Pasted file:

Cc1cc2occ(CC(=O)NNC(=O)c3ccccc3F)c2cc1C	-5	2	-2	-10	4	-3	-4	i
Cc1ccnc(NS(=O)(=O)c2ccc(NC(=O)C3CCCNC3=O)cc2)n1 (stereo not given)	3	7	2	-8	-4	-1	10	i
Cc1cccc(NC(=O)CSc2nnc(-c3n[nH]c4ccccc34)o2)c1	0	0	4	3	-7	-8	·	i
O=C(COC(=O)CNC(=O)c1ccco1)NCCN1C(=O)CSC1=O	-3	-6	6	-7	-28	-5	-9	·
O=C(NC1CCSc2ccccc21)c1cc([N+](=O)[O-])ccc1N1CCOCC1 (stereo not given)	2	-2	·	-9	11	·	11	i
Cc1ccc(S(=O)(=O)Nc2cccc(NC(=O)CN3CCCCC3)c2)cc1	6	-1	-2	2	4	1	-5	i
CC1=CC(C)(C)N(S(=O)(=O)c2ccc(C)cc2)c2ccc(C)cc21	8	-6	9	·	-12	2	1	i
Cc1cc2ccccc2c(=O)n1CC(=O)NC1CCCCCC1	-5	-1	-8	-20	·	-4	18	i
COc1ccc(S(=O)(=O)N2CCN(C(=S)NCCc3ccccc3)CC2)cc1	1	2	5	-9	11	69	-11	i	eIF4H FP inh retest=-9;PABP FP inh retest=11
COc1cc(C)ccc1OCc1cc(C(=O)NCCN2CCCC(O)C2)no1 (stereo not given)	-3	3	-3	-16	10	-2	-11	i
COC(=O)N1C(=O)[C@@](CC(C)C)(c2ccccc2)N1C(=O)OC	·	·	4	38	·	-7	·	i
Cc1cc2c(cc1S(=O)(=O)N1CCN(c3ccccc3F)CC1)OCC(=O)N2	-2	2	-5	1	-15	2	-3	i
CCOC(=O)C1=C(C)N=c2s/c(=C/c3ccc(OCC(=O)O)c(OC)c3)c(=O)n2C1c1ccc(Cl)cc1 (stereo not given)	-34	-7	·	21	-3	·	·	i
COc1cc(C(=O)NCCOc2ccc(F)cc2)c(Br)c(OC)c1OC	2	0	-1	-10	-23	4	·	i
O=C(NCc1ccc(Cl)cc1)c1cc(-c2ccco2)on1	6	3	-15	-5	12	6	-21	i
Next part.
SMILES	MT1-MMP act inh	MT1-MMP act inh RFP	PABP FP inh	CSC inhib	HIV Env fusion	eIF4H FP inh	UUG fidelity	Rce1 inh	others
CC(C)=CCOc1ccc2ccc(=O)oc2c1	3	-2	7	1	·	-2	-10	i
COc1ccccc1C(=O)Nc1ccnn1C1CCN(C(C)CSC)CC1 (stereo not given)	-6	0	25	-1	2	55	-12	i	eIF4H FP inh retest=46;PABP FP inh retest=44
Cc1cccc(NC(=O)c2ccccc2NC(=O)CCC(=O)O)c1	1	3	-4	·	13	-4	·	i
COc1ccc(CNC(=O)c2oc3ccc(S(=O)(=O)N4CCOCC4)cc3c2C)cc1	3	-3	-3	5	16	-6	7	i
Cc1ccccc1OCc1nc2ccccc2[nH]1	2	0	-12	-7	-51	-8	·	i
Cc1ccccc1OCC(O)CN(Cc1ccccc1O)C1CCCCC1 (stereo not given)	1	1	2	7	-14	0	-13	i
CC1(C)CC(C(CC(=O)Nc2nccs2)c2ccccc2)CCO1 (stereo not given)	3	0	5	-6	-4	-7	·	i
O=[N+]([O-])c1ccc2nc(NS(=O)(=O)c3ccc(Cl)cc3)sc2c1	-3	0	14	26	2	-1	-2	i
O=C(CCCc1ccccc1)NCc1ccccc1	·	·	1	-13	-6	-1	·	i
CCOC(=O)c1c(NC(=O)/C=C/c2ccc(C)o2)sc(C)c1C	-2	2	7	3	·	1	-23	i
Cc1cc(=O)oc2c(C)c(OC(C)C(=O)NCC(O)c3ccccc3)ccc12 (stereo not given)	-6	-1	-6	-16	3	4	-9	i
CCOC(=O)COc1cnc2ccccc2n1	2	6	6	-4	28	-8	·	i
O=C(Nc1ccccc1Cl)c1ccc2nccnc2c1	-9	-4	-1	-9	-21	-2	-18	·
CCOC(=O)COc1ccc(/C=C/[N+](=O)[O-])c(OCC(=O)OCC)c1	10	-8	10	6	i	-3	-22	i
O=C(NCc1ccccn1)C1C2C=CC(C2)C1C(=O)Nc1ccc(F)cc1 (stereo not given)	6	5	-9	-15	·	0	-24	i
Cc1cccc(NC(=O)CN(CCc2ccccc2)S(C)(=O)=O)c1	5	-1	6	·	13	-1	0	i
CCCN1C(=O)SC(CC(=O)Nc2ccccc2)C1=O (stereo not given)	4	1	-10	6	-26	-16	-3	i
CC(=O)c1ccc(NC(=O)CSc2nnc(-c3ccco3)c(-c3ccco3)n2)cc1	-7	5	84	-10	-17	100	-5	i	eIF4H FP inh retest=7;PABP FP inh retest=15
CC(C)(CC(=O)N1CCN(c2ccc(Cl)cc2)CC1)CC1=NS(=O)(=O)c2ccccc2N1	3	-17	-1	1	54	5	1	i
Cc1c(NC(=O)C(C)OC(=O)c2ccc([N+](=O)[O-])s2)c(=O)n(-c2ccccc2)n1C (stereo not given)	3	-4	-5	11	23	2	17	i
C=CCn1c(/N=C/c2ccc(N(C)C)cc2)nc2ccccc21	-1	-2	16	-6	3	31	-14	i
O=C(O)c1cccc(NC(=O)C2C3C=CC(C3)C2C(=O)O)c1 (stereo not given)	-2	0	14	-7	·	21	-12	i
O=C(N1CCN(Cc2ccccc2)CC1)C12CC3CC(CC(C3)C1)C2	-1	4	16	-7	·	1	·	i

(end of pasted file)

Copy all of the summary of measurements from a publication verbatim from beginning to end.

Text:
Cc1cc2occ(CC(=O)NNC(=O)c3ccccc3F)c2cc1C	-5	2	-2	-10	4	-3	-4	i
Cc1ccnc(NS(=O)(=O)c2ccc(NC(=O)C3CCCNC3=O)cc2)n1 (stereo not given)	3	7	2	-8	-4	-1	10	i
Cc1cccc(NC(=O)CSc2nnc(-c3n[nH]c4ccccc34)o2)c1	0	0	4	3	-7	-8	·	i
O=C(COC(=O)CNC(=O)c1ccco1)NCCN1C(=O)CSC1=O	-3	-6	6	-7	-28	-5	-9	·
O=C(NC1CCSc2ccccc21)c1cc([N+](=O)[O-])ccc1N1CCOCC1 (stereo not given)	2	-2	·	-9	11	·	11	i
Cc1ccc(S(=O)(=O)Nc2cccc(NC(=O)CN3CCCCC3)c2)cc1	6	-1	-2	2	4	1	-5	i
CC1=CC(C)(C)N(S(=O)(=O)c2ccc(C)cc2)c2ccc(C)cc21	8	-6	9	·	-12	2	1	i
Cc1cc2ccccc2c(=O)n1CC(=O)NC1CCCCCC1	-5	-1	-8	-20	·	-4	18	i
COc1ccc(S(=O)(=O)N2CCN(C(=S)NCCc3ccccc3)CC2)cc1	1	2	5	-9	11	69	-11	i	eIF4H FP inh retest=-9;PABP FP inh retest=11
COc1cc(C)ccc1OCc1cc(C(=O)NCCN2CCCC(O)C2)no1 (stereo not given)	-3	3	-3	-16	10	-2	-11	i
COC(=O)N1C(=O)[C@@](CC(C)C)(c2ccccc2)N1C(=O)OC	·	·	4	38	·	-7	·	i
Cc1cc2c(cc1S(=O)(=O)N1CCN(c3ccccc3F)CC1)OCC(=O)N2	-2	2	-5	1	-15	2	-3	i
CCOC(=O)C1=C(C)N=c2s/c(=C/c3ccc(OCC(=O)O)c(OC)c3)c(=O)n2C1c1ccc(Cl)cc1 (stereo not given)	-34	-7	·	21	-3	·	·	i
COc1cc(C(=O)NCCOc2ccc(F)cc2)c(Br)c(OC)c1OC	2	0	-1	-10	-23	4	·	i
O=C(NCc1ccc(Cl)cc1)c1cc(-c2ccco2)on1	6	3	-15	-5	12	6	-21	i
Next part.
SMILES	MT1-MMP act inh	MT1-MMP act inh RFP	PABP FP inh	CSC inhib	HIV Env fusion	eIF4H FP inh	UUG fidelity	Rce1 inh	others
CC(C)=CCOc1ccc2ccc(=O)oc2c1	3	-2	7	1	·	-2	-10	i
COc1ccccc1C(=O)Nc1ccnn1C1CCN(C(C)CSC)CC1 (stereo not given)	-6	0	25	-1	2	55	-12	i	eIF4H FP inh retest=46;PABP FP inh retest=44
Cc1cccc(NC(=O)c2ccccc2NC(=O)CCC(=O)O)c1	1	3	-4	·	13	-4	·	i
COc1ccc(CNC(=O)c2oc3ccc(S(=O)(=O)N4CCOCC4)cc3c2C)cc1	3	-3	-3	5	16	-6	7	i
Cc1ccccc1OCc1nc2ccccc2[nH]1	2	0	-12	-7	-51	-8	·	i
Cc1ccccc1OCC(O)CN(Cc1ccccc1O)C1CCCCC1 (stereo not given)	1	1	2	7	-14	0	-13	i
CC1(C)CC(C(CC(=O)Nc2nccs2)c2ccccc2)CCO1 (stereo not given)	3	0	5	-6	-4	-7	·	i
O=[N+]([O-])c1ccc2nc(NS(=O)(=O)c3ccc(Cl)cc3)sc2c1	-3	0	14	26	2	-1	-2	i
O=C(CCCc1ccccc1)NCc1ccccc1	·	·	1	-13	-6	-1	·	i
CCOC(=O)c1c(NC(=O)/C=C/c2ccc(C)o2)sc(C)c1C	-2	2	7	3	·	1	-23	i
Cc1cc(=O)oc2c(C)c(OC(C)C(=O)NCC(O)c3ccccc3)ccc12 (stereo not given)	-6	-1	-6	-16	3	4	-9	i
CCOC(=O)COc1cnc2ccccc2n1	2	6	6	-4	28	-8	·	i
O=C(Nc1ccccc1Cl)c1ccc2nccnc2c1	-9	-4	-1	-9	-21	-2	-18	·
CCOC(=O)COc1ccc(/C=C/[N+](=O)[O-])c(OCC(=O)OCC)c1	10	-8	10	6	i	-3	-22	i
O=C(NCc1ccccn1)C1C2C=CC(C2)C1C(=O)Nc1ccc(F)cc1 (stereo not given)	6	5	-9	-15	·	0	-24	i
Cc1cccc(NC(=O)CN(CCc2ccccc2)S(C)(=O)=O)c1	5	-1	6	·	13	-1	0	i
CCCN1C(=O)SC(CC(=O)Nc2ccccc2)C1=O (stereo not given)	4	1	-10	6	-26	-16	-3	i
CC(=O)c1ccc(NC(=O)CSc2nnc(-c3ccco3)c(-c3ccco3)n2)cc1	-7	5	84	-10	-17	100	-5	i	eIF4H FP inh retest=7;PABP FP inh retest=15
CC(C)(CC(=O)N1CCN(c2ccc(Cl)cc2)CC1)CC1=NS(=O)(=O)c2ccccc2N1	3	-17	-1	1	54	5	1	i
Cc1c(NC(=O)C(C)OC(=O)c2ccc([N+](=O)[O-])s2)c(=O)n(-c2ccccc2)n1C (stereo not given)	3	-4	-5	11	23	2	17	i
C=CCn1c(/N=C/c2ccc(N(C)C)cc2)nc2ccccc21	-1	-2	16	-6	3	31	-14	i
O=C(O)c1cccc(NC(=O)C2C3C=CC(C3)C2C(=O)O)c1 (stereo not given)	-2	0	14	-7	·	21	-12	i
O=C(N1CCN(Cc2ccccc2)CC1)C12CC3CC(CC(C3)C1)C2	-1	4	16	-7	·	1	·	i